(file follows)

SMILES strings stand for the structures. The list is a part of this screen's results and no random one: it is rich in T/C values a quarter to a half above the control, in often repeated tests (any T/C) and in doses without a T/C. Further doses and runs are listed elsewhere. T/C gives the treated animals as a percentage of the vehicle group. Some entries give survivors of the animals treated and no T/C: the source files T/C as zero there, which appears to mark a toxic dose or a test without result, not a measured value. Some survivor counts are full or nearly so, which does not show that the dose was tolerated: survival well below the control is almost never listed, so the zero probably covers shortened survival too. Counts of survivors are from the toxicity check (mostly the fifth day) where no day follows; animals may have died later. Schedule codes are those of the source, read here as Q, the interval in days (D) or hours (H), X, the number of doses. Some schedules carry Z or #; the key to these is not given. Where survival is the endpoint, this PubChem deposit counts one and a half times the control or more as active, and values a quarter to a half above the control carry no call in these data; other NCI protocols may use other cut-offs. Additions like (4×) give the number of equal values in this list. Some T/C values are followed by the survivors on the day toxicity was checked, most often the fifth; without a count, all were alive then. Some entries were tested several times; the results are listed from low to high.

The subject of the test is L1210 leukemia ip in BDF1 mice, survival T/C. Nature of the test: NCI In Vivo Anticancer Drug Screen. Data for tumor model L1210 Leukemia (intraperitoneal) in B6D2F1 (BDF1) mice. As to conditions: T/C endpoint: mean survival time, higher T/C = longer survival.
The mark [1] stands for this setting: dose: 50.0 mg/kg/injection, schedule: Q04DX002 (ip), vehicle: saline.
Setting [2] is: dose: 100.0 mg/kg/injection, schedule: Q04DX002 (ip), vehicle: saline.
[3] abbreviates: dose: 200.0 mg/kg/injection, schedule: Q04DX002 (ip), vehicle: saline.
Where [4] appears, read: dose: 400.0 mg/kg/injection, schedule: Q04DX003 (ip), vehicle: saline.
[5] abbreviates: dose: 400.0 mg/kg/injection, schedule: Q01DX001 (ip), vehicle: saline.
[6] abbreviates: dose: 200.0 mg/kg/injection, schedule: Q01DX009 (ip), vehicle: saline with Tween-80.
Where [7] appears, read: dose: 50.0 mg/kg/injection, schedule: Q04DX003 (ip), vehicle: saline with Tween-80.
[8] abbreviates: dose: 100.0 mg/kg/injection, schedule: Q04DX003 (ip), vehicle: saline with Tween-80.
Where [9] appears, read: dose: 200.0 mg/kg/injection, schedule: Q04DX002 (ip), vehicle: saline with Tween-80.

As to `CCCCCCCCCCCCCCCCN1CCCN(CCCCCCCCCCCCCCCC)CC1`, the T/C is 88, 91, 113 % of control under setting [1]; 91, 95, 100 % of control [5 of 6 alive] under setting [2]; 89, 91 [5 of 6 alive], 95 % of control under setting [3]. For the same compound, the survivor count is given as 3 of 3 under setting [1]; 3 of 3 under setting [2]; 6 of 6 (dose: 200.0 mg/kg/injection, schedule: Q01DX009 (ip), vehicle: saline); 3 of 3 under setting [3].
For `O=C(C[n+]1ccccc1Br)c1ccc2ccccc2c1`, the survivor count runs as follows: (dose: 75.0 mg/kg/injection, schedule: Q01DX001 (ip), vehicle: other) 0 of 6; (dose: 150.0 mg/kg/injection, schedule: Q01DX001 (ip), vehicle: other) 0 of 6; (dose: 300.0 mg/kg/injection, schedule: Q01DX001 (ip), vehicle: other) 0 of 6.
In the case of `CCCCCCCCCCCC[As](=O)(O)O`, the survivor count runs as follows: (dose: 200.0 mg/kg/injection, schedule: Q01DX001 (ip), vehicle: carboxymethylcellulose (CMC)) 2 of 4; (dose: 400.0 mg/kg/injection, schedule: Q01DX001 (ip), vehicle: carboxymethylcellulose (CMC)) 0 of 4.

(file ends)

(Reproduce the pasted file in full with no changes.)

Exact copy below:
SMILES strings stand for the structures. The list is a part of this screen's results and no random one: it is rich in T/C values a quarter to a half above the control, in often repeated tests (any T/C) and in doses without a T/C. Further doses and runs are listed elsewhere. T/C gives the treated animals as a percentage of the vehicle group. Some entries give survivors of the animals treated and no T/C: the source files T/C as zero there, which appears to mark a toxic dose or a test without result, not a measured value. Some survivor counts are full or nearly so, which does not show that the dose was tolerated: survival well below the control is almost never listed, so the zero probably covers shortened survival too. Counts of survivors are from the toxicity check (mostly the fifth day) where no day follows; animals may have died later. Schedule codes are those of the source, read here as Q, the interval in days (D) or hours (H), X, the number of doses. Some schedules carry Z or #; the key to these is not given. Where survival is the endpoint, this PubChem deposit counts one and a half times the control or more as active, and values a quarter to a half above the control carry no call in these data; other NCI protocols may use other cut-offs. Additions like (4×) give the number of equal values in this list. Some T/C values are followed by the survivors on the day toxicity was checked, most often the fifth; without a count, all were alive then. Some entries were tested several times; the results are listed from low to high.

The subject of the test is L1210 leukemia ip in BDF1 mice, survival T/C. Nature of the test: NCI In Vivo Anticancer Drug Screen. Data for tumor model L1210 Leukemia (intraperitoneal) in B6D2F1 (BDF1) mice. As to conditions: T/C endpoint: mean survival time, higher T/C = longer survival.
The mark [1] stands for this setting: dose: 50.0 mg/kg/injection, schedule: Q04DX002 (ip), vehicle: saline.
Setting [2] is: dose: 100.0 mg/kg/injection, schedule: Q04DX002 (ip), vehicle: saline.
[3] abbreviates: dose: 200.0 mg/kg/injection, schedule: Q04DX002 (ip), vehicle: saline.
Where [4] appears, read: dose: 400.0 mg/kg/injection, schedule: Q04DX003 (ip), vehicle: saline.
[5] abbreviates: dose: 400.0 mg/kg/injection, schedule: Q01DX001 (ip), vehicle: saline.
[6] abbreviates: dose: 200.0 mg/kg/injection, schedule: Q01DX009 (ip), vehicle: saline with Tween-80.
Where [7] appears, read: dose: 50.0 mg/kg/injection, schedule: Q04DX003 (ip), vehicle: saline with Tween-80.
[8] abbreviates: dose: 100.0 mg/kg/injection, schedule: Q04DX003 (ip), vehicle: saline with Tween-80.
Where [9] appears, read: dose: 200.0 mg/kg/injection, schedule: Q04DX002 (ip), vehicle: saline with Tween-80.

As to `CCCCCCCCCCCCCCCCN1CCCN(CCCCCCCCCCCCCCCC)CC1`, the T/C is 88, 91, 113 % of control under setting [1]; 91, 95, 100 % of control [5 of 6 alive] under setting [2]; 89, 91 [5 of 6 alive], 95 % of control under setting [3]. For the same compound, the survivor count is given as 3 of 3 under setting [1]; 3 of 3 under setting [2]; 6 of 6 (dose: 200.0 mg/kg/injection, schedule: Q01DX009 (ip), vehicle: saline); 3 of 3 under setting [3].
For `O=C(C[n+]1ccccc1Br)c1ccc2ccccc2c1`, the survivor count runs as follows: (dose: 75.0 mg/kg/injection, schedule: Q01DX001 (ip), vehicle: other) 0 of 6; (dose: 150.0 mg/kg/injection, schedule: Q01DX001 (ip), vehicle: other) 0 of 6; (dose: 300.0 mg/kg/injection, schedule: Q01DX001 (ip), vehicle: other) 0 of 6.
In the case of `CCCCCCCCCCCC[As](=O)(O)O`, the survivor count runs as follows: (dose: 200.0 mg/kg/injection, schedule: Q01DX001 (ip), vehicle: carboxymethylcellulose (CMC)) 2 of 4; (dose: 400.0 mg/kg/injection, schedule: Q01DX001 (ip), vehicle: carboxymethylcellulose (CMC)) 0 of 4.